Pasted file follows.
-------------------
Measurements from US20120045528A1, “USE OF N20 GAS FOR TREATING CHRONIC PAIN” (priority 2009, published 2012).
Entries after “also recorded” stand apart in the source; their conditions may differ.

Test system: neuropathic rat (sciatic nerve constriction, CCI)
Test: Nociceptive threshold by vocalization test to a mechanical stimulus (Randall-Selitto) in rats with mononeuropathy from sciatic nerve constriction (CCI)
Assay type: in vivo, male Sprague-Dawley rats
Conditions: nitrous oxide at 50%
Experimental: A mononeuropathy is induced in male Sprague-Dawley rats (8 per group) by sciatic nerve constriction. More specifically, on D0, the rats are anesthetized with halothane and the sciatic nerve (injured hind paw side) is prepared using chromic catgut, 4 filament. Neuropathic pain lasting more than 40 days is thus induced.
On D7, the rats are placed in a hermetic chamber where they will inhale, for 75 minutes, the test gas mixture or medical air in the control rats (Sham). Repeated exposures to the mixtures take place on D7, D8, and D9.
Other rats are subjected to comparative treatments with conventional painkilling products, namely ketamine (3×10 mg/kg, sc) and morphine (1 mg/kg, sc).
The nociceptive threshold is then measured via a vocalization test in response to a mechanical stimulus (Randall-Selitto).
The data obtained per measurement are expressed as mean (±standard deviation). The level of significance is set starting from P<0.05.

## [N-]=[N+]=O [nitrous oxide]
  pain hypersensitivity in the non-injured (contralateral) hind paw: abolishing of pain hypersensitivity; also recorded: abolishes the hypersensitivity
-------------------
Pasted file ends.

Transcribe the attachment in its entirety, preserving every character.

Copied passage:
Measurements from US20120045528A1, “USE OF N20 GAS FOR TREATING CHRONIC PAIN” (priority 2009, published 2012).
Entries after “also recorded” stand apart in the source; their conditions may differ.

Test system: neuropathic rat (sciatic nerve constriction, CCI)
Test: Nociceptive threshold by vocalization test to a mechanical stimulus (Randall-Selitto) in rats with mononeuropathy from sciatic nerve constriction (CCI)
Assay type: in vivo, male Sprague-Dawley rats
Conditions: nitrous oxide at 50%
Experimental: A mononeuropathy is induced in male Sprague-Dawley rats (8 per group) by sciatic nerve constriction. More specifically, on D0, the rats are anesthetized with halothane and the sciatic nerve (injured hind paw side) is prepared using chromic catgut, 4 filament. Neuropathic pain lasting more than 40 days is thus induced.
On D7, the rats are placed in a hermetic chamber where they will inhale, for 75 minutes, the test gas mixture or medical air in the control rats (Sham). Repeated exposures to the mixtures take place on D7, D8, and D9.
Other rats are subjected to comparative treatments with conventional painkilling products, namely ketamine (3×10 mg/kg, sc) and morphine (1 mg/kg, sc).
The nociceptive threshold is then measured via a vocalization test in response to a mechanical stimulus (Randall-Selitto).
The data obtained per measurement are expressed as mean (±standard deviation). The level of significance is set starting from P<0.05.

## [N-]=[N+]=O [nitrous oxide]
  pain hypersensitivity in the non-injured (contralateral) hind paw: abolishing of pain hypersensitivity; also recorded: abolishes the hypersensitivity